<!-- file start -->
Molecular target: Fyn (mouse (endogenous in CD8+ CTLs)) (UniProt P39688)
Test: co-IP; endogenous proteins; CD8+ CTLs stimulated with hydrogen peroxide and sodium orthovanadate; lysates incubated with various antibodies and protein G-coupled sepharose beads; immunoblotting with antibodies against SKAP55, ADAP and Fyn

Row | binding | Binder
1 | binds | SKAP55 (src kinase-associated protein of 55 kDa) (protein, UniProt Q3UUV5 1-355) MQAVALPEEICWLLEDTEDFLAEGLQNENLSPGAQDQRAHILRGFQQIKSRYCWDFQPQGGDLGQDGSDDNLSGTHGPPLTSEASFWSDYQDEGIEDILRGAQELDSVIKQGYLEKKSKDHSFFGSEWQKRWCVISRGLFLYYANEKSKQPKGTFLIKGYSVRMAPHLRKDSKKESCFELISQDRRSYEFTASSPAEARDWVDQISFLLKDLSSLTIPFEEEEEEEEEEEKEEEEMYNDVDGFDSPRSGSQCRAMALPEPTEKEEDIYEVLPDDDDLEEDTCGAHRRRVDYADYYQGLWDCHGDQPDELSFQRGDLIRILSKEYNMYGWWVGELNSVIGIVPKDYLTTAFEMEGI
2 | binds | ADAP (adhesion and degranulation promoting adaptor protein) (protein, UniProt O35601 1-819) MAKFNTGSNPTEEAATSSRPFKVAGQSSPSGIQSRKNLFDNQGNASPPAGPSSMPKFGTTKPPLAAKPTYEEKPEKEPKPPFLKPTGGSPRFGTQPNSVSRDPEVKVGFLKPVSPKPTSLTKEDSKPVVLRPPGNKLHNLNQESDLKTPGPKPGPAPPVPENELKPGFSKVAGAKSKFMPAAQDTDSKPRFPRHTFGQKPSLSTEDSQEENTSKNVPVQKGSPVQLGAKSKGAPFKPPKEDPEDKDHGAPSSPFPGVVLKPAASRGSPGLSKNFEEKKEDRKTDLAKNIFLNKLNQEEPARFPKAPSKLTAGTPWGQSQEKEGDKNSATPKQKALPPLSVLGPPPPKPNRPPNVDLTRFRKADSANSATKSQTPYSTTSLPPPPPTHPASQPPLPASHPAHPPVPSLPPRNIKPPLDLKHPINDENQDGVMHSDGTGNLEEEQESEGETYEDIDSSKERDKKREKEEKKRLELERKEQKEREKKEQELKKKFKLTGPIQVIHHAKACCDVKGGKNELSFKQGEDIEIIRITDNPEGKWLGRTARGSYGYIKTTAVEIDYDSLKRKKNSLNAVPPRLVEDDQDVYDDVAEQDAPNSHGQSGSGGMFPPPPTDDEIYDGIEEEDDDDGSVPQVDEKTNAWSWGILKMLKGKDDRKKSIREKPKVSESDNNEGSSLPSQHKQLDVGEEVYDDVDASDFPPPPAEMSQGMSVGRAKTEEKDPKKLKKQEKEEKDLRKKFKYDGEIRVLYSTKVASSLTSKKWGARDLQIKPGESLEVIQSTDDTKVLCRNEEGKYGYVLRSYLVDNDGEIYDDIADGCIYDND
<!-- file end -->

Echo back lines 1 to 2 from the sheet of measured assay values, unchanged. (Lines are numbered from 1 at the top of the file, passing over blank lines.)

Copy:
Molecular target: Fyn (mouse (endogenous in CD8+ CTLs)) (UniProt P39688)
Test: co-IP; endogenous proteins; CD8+ CTLs stimulated with hydrogen peroxide and sodium orthovanadate; lysates incubated with various antibodies and protein G-coupled sepharose beads; immunoblotting with antibodies against SKAP55, ADAP and Fyn